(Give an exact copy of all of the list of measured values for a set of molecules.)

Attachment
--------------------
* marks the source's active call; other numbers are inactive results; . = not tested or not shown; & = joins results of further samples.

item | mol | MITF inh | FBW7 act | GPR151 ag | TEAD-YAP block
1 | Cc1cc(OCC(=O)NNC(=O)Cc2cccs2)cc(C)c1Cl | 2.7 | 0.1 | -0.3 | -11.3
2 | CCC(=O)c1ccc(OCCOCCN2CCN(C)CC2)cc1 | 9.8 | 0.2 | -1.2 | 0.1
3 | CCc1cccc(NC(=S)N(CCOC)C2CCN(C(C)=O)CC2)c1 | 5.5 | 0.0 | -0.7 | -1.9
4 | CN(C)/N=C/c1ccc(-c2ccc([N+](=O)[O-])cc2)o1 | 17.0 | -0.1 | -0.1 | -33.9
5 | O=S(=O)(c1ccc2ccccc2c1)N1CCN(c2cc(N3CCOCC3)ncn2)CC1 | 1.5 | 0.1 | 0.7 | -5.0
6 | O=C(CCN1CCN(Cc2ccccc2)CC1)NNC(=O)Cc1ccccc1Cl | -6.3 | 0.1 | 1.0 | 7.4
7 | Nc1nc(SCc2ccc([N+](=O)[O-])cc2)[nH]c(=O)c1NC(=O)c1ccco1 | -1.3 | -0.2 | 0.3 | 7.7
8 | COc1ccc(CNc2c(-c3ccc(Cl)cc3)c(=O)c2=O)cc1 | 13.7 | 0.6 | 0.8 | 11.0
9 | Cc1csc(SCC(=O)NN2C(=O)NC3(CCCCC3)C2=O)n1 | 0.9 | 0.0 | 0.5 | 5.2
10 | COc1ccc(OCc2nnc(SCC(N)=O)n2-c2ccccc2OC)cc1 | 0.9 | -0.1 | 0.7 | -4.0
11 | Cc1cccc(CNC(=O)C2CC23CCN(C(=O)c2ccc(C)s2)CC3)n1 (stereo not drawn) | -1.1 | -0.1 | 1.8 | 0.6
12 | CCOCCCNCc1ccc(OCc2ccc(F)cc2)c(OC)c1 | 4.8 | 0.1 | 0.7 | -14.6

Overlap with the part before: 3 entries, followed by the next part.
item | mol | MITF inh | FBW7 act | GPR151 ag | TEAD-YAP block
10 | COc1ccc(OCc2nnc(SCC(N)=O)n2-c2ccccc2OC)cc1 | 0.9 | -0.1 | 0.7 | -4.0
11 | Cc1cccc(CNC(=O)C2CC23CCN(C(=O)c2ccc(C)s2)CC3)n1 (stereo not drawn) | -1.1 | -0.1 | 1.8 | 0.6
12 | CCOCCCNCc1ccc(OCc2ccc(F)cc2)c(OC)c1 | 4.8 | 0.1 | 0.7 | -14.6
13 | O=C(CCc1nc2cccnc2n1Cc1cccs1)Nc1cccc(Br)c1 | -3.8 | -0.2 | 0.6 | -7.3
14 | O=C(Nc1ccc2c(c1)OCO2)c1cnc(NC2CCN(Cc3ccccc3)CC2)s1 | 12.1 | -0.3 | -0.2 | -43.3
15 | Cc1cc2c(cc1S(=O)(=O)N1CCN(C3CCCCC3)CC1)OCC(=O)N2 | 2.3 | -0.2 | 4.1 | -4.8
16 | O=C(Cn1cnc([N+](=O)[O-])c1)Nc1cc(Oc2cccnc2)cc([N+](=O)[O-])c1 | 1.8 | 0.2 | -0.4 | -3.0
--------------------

* marks the source's active call; other numbers are inactive results; . = not tested or not shown; & = joins results of further samples.

item | mol | MITF inh | FBW7 act | GPR151 ag | TEAD-YAP block
1 | Cc1cc(OCC(=O)NNC(=O)Cc2cccs2)cc(C)c1Cl | 2.7 | 0.1 | -0.3 | -11.3
2 | CCC(=O)c1ccc(OCCOCCN2CCN(C)CC2)cc1 | 9.8 | 0.2 | -1.2 | 0.1
3 | CCc1cccc(NC(=S)N(CCOC)C2CCN(C(C)=O)CC2)c1 | 5.5 | 0.0 | -0.7 | -1.9
4 | CN(C)/N=C/c1ccc(-c2ccc([N+](=O)[O-])cc2)o1 | 17.0 | -0.1 | -0.1 | -33.9
5 | O=S(=O)(c1ccc2ccccc2c1)N1CCN(c2cc(N3CCOCC3)ncn2)CC1 | 1.5 | 0.1 | 0.7 | -5.0
6 | O=C(CCN1CCN(Cc2ccccc2)CC1)NNC(=O)Cc1ccccc1Cl | -6.3 | 0.1 | 1.0 | 7.4
7 | Nc1nc(SCc2ccc([N+](=O)[O-])cc2)[nH]c(=O)c1NC(=O)c1ccco1 | -1.3 | -0.2 | 0.3 | 7.7
8 | COc1ccc(CNc2c(-c3ccc(Cl)cc3)c(=O)c2=O)cc1 | 13.7 | 0.6 | 0.8 | 11.0
9 | Cc1csc(SCC(=O)NN2C(=O)NC3(CCCCC3)C2=O)n1 | 0.9 | 0.0 | 0.5 | 5.2
10 | COc1ccc(OCc2nnc(SCC(N)=O)n2-c2ccccc2OC)cc1 | 0.9 | -0.1 | 0.7 | -4.0
11 | Cc1cccc(CNC(=O)C2CC23CCN(C(=O)c2ccc(C)s2)CC3)n1 (stereo not drawn) | -1.1 | -0.1 | 1.8 | 0.6
12 | CCOCCCNCc1ccc(OCc2ccc(F)cc2)c(OC)c1 | 4.8 | 0.1 | 0.7 | -14.6

Overlap with the part before: 3 entries, followed by the next part.
item | mol | MITF inh | FBW7 act | GPR151 ag | TEAD-YAP block
10 | COc1ccc(OCc2nnc(SCC(N)=O)n2-c2ccccc2OC)cc1 | 0.9 | -0.1 | 0.7 | -4.0
11 | Cc1cccc(CNC(=O)C2CC23CCN(C(=O)c2ccc(C)s2)CC3)n1 (stereo not drawn) | -1.1 | -0.1 | 1.8 | 0.6
12 | CCOCCCNCc1ccc(OCc2ccc(F)cc2)c(OC)c1 | 4.8 | 0.1 | 0.7 | -14.6
13 | O=C(CCc1nc2cccnc2n1Cc1cccs1)Nc1cccc(Br)c1 | -3.8 | -0.2 | 0.6 | -7.3
14 | O=C(Nc1ccc2c(c1)OCO2)c1cnc(NC2CCN(Cc3ccccc3)CC2)s1 | 12.1 | -0.3 | -0.2 | -43.3
15 | Cc1cc2c(cc1S(=O)(=O)N1CCN(C3CCCCC3)CC1)OCC(=O)N2 | 2.3 | -0.2 | 4.1 | -4.8
16 | O=C(Cn1cnc([N+](=O)[O-])c1)Nc1cc(Oc2cccnc2)cc([N+](=O)[O-])c1 | 1.8 | 0.2 | -0.4 | -3.0